First campaign ad of 2015 pushes political outsider message
01/20/2015 10:21 AM
Republican gubernatorial hopeful Hal Heiner aired the first television ad of the 2015 election cycle on Tuesday, continuing his portrayal as a political outsider as he seeks his party’s nomination in a competitive primary battle.
The ad, titled “Outsider” and airing statewide, highlights the 63-year-old former Louisville Metro Council member’s career in the private sector, noting Heiner helped attract and create 4,000 jobs.
The 30-second spot features Heiner behind a desk, at a job site, at church and in a warehouse as a narrator calls the candidate “a conservative, a man of faith and the Frankfort outsider who has a plan to get Kentucky working again.”
“Politicians in Frankfort don’t have the slightest clue how to grow jobs, but we can do it here – lower taxes, fight mandates like Obamacare and Common Core, better education for all Kentuckians,” Heiner says to the camera while standing inside a vacant factory. “It’s time to put career politicians last and Kentucky families first.”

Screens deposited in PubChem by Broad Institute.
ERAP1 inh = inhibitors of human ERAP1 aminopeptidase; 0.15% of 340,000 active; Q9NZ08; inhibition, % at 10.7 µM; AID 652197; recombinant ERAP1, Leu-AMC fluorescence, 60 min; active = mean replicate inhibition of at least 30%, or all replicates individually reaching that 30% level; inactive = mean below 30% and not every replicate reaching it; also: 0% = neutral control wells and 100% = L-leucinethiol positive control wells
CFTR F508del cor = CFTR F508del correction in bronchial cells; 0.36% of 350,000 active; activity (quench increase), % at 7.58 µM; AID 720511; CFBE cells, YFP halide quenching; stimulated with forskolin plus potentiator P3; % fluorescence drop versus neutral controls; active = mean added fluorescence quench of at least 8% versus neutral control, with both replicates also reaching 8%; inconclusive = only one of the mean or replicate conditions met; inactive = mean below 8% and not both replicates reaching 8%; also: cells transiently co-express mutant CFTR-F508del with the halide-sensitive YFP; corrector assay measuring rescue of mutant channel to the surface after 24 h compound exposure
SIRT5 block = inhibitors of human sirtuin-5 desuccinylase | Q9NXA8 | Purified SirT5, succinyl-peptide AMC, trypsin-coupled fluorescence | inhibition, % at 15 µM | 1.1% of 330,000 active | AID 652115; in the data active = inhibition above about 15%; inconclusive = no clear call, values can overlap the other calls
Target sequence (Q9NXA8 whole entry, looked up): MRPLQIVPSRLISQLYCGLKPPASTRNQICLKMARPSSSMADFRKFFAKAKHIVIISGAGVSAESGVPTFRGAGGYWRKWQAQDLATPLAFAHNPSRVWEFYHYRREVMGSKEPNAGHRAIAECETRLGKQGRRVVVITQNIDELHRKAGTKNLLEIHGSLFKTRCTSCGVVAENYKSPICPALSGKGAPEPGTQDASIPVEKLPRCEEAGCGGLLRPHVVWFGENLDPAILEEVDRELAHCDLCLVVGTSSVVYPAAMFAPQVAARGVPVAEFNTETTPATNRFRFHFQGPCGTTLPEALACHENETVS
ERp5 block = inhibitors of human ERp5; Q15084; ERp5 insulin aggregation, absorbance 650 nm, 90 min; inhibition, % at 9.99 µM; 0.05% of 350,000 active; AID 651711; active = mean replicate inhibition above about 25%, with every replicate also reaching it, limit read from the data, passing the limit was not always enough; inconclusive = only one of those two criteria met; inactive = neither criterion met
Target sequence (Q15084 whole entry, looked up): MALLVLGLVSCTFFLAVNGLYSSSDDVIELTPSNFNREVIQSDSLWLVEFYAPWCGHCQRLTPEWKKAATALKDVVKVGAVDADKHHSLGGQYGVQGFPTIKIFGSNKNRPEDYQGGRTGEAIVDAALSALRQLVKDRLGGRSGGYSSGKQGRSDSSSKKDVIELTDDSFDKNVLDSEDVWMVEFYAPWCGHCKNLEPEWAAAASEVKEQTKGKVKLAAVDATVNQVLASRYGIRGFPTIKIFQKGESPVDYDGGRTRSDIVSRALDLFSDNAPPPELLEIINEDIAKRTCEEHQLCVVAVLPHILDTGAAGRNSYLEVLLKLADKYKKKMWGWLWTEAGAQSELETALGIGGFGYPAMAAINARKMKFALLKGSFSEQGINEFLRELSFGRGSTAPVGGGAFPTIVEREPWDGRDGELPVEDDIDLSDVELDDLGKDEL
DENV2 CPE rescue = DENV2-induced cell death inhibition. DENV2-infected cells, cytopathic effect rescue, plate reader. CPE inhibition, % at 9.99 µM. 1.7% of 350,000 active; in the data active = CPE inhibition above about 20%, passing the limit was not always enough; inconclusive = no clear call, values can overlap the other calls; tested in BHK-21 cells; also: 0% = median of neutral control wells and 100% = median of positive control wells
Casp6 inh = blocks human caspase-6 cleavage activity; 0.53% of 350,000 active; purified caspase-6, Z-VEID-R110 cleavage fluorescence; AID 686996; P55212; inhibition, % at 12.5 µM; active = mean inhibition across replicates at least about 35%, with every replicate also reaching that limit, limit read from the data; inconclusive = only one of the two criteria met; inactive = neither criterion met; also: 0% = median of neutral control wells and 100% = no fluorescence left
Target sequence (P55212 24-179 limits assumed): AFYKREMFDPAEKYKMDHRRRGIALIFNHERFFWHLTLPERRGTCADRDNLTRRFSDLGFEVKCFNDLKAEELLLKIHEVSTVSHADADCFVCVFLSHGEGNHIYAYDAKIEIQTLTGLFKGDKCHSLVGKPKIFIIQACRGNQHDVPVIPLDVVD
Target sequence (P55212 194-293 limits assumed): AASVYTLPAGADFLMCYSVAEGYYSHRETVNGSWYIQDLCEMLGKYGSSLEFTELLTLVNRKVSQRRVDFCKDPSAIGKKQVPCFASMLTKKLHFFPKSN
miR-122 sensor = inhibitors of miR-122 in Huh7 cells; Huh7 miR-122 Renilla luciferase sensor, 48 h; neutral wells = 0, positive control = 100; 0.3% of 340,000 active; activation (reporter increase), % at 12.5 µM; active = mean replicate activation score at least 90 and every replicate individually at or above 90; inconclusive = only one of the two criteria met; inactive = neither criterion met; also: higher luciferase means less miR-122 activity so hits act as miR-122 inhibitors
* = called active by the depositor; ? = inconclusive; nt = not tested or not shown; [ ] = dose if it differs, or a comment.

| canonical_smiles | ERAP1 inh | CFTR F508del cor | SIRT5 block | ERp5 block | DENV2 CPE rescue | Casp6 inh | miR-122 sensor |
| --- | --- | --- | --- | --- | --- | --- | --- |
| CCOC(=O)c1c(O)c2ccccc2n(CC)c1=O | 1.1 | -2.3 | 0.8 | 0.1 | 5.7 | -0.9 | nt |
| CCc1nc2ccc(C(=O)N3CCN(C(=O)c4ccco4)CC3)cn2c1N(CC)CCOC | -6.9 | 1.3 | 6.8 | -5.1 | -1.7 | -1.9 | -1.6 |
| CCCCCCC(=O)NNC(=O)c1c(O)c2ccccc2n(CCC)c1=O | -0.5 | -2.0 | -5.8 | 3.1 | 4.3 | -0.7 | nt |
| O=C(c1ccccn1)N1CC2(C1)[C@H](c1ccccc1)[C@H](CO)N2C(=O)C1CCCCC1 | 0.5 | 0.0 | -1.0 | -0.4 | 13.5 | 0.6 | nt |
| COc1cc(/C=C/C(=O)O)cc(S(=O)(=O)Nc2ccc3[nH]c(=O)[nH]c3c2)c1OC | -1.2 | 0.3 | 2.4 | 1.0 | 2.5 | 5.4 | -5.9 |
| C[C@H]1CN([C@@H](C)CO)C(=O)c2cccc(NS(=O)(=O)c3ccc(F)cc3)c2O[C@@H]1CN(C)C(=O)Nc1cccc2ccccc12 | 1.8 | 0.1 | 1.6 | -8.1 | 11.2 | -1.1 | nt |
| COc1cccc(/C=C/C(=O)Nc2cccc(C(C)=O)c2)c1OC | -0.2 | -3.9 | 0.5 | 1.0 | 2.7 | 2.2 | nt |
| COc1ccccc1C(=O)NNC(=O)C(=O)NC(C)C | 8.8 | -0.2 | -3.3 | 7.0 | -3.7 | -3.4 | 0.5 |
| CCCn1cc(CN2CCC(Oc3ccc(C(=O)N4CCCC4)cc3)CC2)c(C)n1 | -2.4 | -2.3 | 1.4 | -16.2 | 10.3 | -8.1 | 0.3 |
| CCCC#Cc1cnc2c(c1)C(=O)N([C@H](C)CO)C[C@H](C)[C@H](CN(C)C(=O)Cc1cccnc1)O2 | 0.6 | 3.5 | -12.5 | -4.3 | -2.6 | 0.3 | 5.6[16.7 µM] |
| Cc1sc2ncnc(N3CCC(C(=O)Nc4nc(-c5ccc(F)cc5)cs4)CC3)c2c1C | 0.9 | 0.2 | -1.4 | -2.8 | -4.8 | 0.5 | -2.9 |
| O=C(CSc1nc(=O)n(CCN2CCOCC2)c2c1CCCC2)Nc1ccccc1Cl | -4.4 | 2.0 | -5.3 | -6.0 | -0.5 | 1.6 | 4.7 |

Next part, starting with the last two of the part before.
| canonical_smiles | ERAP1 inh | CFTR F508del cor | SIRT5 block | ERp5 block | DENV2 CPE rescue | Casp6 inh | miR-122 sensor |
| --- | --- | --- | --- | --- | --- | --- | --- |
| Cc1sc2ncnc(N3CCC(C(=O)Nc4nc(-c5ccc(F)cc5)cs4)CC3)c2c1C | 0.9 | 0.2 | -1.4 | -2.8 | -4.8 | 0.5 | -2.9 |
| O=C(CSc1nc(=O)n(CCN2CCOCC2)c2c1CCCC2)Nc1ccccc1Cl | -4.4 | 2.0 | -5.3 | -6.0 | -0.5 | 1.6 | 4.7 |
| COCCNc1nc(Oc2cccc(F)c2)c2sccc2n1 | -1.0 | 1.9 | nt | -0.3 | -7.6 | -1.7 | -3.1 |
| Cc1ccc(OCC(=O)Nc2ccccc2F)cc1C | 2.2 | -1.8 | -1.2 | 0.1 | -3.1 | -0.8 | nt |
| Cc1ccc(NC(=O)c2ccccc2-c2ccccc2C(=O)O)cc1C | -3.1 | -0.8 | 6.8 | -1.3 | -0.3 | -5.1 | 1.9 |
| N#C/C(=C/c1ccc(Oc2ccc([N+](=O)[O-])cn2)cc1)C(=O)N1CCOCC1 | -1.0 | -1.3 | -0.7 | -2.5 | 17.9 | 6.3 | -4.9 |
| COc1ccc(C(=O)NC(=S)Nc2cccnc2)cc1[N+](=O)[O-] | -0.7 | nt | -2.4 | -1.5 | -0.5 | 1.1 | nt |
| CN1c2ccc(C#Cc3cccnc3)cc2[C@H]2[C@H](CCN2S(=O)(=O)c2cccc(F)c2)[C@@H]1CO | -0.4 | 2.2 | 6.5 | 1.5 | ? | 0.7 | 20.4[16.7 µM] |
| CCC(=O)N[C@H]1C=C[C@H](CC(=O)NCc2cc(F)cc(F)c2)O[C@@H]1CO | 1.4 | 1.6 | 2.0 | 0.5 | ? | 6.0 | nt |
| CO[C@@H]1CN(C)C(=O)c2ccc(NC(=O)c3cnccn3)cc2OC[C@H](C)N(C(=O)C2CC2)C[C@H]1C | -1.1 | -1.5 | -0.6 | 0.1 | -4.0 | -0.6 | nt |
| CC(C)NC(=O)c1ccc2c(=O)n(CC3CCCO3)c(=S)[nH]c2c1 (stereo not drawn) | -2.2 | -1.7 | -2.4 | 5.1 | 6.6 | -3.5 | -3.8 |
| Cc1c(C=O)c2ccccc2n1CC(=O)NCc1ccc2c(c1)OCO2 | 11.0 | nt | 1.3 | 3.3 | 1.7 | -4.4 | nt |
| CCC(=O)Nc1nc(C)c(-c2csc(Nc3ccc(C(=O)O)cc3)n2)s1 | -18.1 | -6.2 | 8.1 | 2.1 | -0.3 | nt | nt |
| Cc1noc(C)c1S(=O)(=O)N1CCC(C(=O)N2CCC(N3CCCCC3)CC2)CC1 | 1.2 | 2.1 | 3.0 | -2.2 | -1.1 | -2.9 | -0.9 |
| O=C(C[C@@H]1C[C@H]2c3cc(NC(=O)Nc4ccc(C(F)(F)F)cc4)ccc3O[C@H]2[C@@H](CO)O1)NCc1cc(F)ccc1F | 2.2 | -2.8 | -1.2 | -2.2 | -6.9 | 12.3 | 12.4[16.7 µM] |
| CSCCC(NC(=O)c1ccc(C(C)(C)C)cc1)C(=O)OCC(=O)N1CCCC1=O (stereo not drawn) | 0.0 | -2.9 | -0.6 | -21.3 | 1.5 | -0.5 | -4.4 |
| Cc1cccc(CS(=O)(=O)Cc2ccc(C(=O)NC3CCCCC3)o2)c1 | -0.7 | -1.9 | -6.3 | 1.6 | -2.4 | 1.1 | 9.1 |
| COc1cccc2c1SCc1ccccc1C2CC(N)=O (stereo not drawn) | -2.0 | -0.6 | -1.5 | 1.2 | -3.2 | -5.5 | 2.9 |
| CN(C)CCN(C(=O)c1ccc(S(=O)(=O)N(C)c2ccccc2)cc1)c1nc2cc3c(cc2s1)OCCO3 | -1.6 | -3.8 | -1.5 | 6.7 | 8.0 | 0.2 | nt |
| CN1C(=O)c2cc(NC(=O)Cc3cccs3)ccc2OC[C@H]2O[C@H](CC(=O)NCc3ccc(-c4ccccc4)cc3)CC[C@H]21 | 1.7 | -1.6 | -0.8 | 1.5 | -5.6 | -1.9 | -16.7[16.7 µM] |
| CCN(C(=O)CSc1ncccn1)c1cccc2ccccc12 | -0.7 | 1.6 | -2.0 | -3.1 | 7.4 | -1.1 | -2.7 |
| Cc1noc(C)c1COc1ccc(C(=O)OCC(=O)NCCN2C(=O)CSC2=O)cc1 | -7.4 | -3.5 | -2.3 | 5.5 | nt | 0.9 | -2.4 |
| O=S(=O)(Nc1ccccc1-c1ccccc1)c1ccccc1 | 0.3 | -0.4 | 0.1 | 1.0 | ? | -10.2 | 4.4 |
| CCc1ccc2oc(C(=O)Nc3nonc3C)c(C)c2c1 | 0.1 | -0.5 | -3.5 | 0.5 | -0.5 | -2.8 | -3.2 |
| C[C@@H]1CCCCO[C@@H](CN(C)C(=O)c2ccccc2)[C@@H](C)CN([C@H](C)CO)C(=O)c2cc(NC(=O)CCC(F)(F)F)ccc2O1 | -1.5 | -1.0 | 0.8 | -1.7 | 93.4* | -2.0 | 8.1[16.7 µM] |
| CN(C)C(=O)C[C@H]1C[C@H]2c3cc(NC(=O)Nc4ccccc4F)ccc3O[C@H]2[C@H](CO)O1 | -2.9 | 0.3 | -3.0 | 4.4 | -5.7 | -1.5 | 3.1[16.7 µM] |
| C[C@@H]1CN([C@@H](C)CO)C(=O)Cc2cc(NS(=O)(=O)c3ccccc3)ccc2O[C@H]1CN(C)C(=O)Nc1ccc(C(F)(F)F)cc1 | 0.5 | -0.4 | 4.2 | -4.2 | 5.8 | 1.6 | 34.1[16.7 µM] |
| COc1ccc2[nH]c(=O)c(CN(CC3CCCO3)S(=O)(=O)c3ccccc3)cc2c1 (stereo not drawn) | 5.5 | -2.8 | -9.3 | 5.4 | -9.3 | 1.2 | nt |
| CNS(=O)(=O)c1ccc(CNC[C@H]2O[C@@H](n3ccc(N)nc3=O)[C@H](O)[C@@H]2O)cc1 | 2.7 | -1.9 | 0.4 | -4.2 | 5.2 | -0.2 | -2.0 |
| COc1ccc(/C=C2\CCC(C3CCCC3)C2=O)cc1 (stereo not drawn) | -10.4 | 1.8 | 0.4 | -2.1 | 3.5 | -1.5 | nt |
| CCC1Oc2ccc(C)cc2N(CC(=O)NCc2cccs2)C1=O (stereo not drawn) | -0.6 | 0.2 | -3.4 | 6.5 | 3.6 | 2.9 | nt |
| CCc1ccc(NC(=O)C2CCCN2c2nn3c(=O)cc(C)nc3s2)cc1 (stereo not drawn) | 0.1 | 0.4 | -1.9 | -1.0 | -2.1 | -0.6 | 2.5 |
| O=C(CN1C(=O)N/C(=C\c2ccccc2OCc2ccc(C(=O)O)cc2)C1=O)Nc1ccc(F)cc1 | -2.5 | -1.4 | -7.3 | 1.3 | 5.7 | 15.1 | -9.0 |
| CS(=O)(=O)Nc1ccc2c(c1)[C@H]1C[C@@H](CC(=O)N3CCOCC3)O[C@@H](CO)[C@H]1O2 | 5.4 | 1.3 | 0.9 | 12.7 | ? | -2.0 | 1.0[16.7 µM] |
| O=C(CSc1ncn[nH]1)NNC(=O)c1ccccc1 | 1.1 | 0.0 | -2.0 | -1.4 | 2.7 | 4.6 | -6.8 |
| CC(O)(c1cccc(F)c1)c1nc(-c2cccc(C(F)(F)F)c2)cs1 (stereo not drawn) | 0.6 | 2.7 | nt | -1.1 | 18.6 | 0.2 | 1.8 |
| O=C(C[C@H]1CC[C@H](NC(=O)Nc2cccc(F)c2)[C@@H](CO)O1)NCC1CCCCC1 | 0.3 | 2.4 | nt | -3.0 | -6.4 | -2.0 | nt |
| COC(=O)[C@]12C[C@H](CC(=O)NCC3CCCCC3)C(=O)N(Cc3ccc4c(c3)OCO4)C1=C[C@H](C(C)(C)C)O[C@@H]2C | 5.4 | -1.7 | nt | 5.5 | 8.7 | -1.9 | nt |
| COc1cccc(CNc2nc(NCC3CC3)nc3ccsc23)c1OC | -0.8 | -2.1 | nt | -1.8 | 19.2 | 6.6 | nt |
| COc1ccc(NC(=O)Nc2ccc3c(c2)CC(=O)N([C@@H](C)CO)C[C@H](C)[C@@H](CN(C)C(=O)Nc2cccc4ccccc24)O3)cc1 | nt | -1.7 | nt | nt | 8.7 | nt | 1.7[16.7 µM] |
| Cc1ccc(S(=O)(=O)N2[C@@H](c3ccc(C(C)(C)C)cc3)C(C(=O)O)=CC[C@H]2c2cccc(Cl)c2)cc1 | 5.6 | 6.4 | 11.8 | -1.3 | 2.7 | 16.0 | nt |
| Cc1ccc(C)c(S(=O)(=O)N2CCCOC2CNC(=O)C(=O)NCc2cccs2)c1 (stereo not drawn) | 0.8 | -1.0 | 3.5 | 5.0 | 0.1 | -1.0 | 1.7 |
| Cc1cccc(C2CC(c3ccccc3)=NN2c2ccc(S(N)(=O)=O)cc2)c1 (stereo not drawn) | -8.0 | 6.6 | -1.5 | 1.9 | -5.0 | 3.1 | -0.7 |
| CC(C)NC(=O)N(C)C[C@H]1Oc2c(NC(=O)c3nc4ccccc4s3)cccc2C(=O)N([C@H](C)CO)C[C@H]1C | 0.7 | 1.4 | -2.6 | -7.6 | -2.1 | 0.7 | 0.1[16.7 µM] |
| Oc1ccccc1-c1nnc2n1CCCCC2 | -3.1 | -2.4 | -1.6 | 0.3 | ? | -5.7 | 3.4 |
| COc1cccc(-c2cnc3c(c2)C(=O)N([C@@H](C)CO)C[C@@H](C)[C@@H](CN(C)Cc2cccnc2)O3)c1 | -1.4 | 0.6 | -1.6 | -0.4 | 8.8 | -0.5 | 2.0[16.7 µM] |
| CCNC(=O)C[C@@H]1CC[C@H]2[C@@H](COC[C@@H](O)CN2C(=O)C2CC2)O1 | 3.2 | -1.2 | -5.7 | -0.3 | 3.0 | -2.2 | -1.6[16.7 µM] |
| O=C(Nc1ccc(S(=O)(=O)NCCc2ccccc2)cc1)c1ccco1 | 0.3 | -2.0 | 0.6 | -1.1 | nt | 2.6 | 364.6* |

The ad can be viewed here:
Heiner, the first gubernatorial candidate in the race, also debuted the first television ad of the campaign in June, a time when voters were saturated with advertisements in a contentious U.S. Senate race between Senate Majority Leader Mitch McConnell and Democrat Alison Lundergan Grimes.
Kentucky Agriculture Commissioner James Comer and former state Supreme Court Justice Will T. Scott are others seeking the GOP gubernatorial nod while Attorney General Jack Conway is the only prominent Democrat in the race.
Below the Fold
Cabinet for Health and Family Services-backed bill deletes several commissions and numerous required reports
Majority of Kentuckians not fearful of losing insurance; Congressional Budget Office says repeal will raise costs, leave millions without insurance
Gov. Bevin appoints new University of Louisville board, renaming most from previous reorganization attempt
Former congressional candidate says Democrats need to understand days of the coal industry being a true force in the state are over
Subscribe and get the latest political intelligence delivered to your inbox.